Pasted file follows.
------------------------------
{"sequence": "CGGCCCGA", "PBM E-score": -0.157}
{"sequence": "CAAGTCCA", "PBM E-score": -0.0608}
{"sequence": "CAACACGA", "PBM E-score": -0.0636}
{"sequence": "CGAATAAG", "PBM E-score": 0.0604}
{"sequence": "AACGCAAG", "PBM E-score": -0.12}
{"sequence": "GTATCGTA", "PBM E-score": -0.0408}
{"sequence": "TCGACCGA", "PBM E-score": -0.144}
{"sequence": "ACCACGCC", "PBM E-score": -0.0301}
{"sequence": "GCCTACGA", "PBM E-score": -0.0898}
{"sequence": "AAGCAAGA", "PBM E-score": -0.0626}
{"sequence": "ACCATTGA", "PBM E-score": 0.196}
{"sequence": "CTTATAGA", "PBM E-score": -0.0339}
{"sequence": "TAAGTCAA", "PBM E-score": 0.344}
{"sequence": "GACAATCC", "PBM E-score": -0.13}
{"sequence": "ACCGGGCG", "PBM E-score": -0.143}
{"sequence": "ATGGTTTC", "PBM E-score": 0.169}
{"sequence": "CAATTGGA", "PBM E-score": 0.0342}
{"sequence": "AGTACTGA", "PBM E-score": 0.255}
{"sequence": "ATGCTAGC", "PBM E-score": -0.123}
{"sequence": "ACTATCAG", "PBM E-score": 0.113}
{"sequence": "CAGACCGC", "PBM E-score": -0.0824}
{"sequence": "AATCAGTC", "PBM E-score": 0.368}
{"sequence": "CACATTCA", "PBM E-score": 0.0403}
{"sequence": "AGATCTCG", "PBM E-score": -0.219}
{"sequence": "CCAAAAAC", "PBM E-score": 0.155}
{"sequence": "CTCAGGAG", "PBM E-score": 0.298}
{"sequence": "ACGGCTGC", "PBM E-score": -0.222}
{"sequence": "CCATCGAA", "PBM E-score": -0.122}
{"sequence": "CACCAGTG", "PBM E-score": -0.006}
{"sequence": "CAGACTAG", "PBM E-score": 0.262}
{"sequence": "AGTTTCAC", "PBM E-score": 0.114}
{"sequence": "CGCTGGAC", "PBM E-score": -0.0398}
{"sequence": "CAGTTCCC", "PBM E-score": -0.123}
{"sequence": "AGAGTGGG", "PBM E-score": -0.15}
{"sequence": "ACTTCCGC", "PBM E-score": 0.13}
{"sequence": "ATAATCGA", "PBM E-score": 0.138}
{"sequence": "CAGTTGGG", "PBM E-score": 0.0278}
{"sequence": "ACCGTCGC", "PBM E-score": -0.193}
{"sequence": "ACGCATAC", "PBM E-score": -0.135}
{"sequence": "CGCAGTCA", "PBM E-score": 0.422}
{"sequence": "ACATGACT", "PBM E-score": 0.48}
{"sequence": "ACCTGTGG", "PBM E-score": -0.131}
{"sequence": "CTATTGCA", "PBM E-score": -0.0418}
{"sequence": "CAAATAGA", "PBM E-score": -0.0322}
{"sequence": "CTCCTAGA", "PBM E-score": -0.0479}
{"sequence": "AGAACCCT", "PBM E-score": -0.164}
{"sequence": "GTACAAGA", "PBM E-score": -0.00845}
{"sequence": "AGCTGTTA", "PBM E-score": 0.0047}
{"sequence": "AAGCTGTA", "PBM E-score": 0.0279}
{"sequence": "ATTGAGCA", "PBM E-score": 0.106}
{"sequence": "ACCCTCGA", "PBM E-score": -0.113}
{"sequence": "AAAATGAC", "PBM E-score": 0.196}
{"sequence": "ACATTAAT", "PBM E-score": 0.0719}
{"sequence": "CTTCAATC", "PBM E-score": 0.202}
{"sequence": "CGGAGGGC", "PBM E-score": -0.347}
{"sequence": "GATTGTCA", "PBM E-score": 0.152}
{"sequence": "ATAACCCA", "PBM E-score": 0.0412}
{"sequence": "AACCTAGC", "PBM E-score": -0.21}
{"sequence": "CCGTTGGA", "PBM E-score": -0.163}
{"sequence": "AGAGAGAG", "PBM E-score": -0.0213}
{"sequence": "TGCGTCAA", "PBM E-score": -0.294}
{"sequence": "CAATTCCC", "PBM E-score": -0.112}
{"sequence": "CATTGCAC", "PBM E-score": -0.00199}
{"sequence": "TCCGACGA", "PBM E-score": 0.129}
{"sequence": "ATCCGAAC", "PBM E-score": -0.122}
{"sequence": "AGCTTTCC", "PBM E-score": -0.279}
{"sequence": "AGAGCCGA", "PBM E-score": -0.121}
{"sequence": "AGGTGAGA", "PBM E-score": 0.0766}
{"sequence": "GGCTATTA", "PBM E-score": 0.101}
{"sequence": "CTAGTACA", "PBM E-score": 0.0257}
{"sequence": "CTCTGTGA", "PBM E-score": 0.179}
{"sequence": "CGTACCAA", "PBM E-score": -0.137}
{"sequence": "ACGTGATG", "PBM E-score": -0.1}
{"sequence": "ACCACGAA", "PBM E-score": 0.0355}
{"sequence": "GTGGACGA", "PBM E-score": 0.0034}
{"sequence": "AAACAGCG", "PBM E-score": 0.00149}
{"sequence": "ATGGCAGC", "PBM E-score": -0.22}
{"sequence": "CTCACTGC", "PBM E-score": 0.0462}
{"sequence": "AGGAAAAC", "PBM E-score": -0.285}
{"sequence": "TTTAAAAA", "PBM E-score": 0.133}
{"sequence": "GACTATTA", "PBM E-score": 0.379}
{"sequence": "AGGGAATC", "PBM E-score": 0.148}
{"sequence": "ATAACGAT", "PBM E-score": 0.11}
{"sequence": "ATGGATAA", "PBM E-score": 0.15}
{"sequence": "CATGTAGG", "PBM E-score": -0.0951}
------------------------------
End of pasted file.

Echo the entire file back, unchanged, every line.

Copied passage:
{"sequence": "CGGCCCGA", "PBM E-score": -0.157}
{"sequence": "CAAGTCCA", "PBM E-score": -0.0608}
{"sequence": "CAACACGA", "PBM E-score": -0.0636}
{"sequence": "CGAATAAG", "PBM E-score": 0.0604}
{"sequence": "AACGCAAG", "PBM E-score": -0.12}
{"sequence": "GTATCGTA", "PBM E-score": -0.0408}
{"sequence": "TCGACCGA", "PBM E-score": -0.144}
{"sequence": "ACCACGCC", "PBM E-score": -0.0301}
{"sequence": "GCCTACGA", "PBM E-score": -0.0898}
{"sequence": "AAGCAAGA", "PBM E-score": -0.0626}
{"sequence": "ACCATTGA", "PBM E-score": 0.196}
{"sequence": "CTTATAGA", "PBM E-score": -0.0339}
{"sequence": "TAAGTCAA", "PBM E-score": 0.344}
{"sequence": "GACAATCC", "PBM E-score": -0.13}
{"sequence": "ACCGGGCG", "PBM E-score": -0.143}
{"sequence": "ATGGTTTC", "PBM E-score": 0.169}
{"sequence": "CAATTGGA", "PBM E-score": 0.0342}
{"sequence": "AGTACTGA", "PBM E-score": 0.255}
{"sequence": "ATGCTAGC", "PBM E-score": -0.123}
{"sequence": "ACTATCAG", "PBM E-score": 0.113}
{"sequence": "CAGACCGC", "PBM E-score": -0.0824}
{"sequence": "AATCAGTC", "PBM E-score": 0.368}
{"sequence": "CACATTCA", "PBM E-score": 0.0403}
{"sequence": "AGATCTCG", "PBM E-score": -0.219}
{"sequence": "CCAAAAAC", "PBM E-score": 0.155}
{"sequence": "CTCAGGAG", "PBM E-score": 0.298}
{"sequence": "ACGGCTGC", "PBM E-score": -0.222}
{"sequence": "CCATCGAA", "PBM E-score": -0.122}
{"sequence": "CACCAGTG", "PBM E-score": -0.006}
{"sequence": "CAGACTAG", "PBM E-score": 0.262}
{"sequence": "AGTTTCAC", "PBM E-score": 0.114}
{"sequence": "CGCTGGAC", "PBM E-score": -0.0398}
{"sequence": "CAGTTCCC", "PBM E-score": -0.123}
{"sequence": "AGAGTGGG", "PBM E-score": -0.15}
{"sequence": "ACTTCCGC", "PBM E-score": 0.13}
{"sequence": "ATAATCGA", "PBM E-score": 0.138}
{"sequence": "CAGTTGGG", "PBM E-score": 0.0278}
{"sequence": "ACCGTCGC", "PBM E-score": -0.193}
{"sequence": "ACGCATAC", "PBM E-score": -0.135}
{"sequence": "CGCAGTCA", "PBM E-score": 0.422}
{"sequence": "ACATGACT", "PBM E-score": 0.48}
{"sequence": "ACCTGTGG", "PBM E-score": -0.131}
{"sequence": "CTATTGCA", "PBM E-score": -0.0418}
{"sequence": "CAAATAGA", "PBM E-score": -0.0322}
{"sequence": "CTCCTAGA", "PBM E-score": -0.0479}
{"sequence": "AGAACCCT", "PBM E-score": -0.164}
{"sequence": "GTACAAGA", "PBM E-score": -0.00845}
{"sequence": "AGCTGTTA", "PBM E-score": 0.0047}
{"sequence": "AAGCTGTA", "PBM E-score": 0.0279}
{"sequence": "ATTGAGCA", "PBM E-score": 0.106}
{"sequence": "ACCCTCGA", "PBM E-score": -0.113}
{"sequence": "AAAATGAC", "PBM E-score": 0.196}
{"sequence": "ACATTAAT", "PBM E-score": 0.0719}
{"sequence": "CTTCAATC", "PBM E-score": 0.202}
{"sequence": "CGGAGGGC", "PBM E-score": -0.347}
{"sequence": "GATTGTCA", "PBM E-score": 0.152}
{"sequence": "ATAACCCA", "PBM E-score": 0.0412}
{"sequence": "AACCTAGC", "PBM E-score": -0.21}
{"sequence": "CCGTTGGA", "PBM E-score": -0.163}
{"sequence": "AGAGAGAG", "PBM E-score": -0.0213}
{"sequence": "TGCGTCAA", "PBM E-score": -0.294}
{"sequence": "CAATTCCC", "PBM E-score": -0.112}
{"sequence": "CATTGCAC", "PBM E-score": -0.00199}
{"sequence": "TCCGACGA", "PBM E-score": 0.129}
{"sequence": "ATCCGAAC", "PBM E-score": -0.122}
{"sequence": "AGCTTTCC", "PBM E-score": -0.279}
{"sequence": "AGAGCCGA", "PBM E-score": -0.121}
{"sequence": "AGGTGAGA", "PBM E-score": 0.0766}
{"sequence": "GGCTATTA", "PBM E-score": 0.101}
{"sequence": "CTAGTACA", "PBM E-score": 0.0257}
{"sequence": "CTCTGTGA", "PBM E-score": 0.179}
{"sequence": "CGTACCAA", "PBM E-score": -0.137}
{"sequence": "ACGTGATG", "PBM E-score": -0.1}
{"sequence": "ACCACGAA", "PBM E-score": 0.0355}
{"sequence": "GTGGACGA", "PBM E-score": 0.0034}
{"sequence": "AAACAGCG", "PBM E-score": 0.00149}
{"sequence": "ATGGCAGC", "PBM E-score": -0.22}
{"sequence": "CTCACTGC", "PBM E-score": 0.0462}
{"sequence": "AGGAAAAC", "PBM E-score": -0.285}
{"sequence": "TTTAAAAA", "PBM E-score": 0.133}
{"sequence": "GACTATTA", "PBM E-score": 0.379}
{"sequence": "AGGGAATC", "PBM E-score": 0.148}
{"sequence": "ATAACGAT", "PBM E-score": 0.11}
{"sequence": "ATGGATAA", "PBM E-score": 0.15}
{"sequence": "CATGTAGG", "PBM E-score": -0.0951}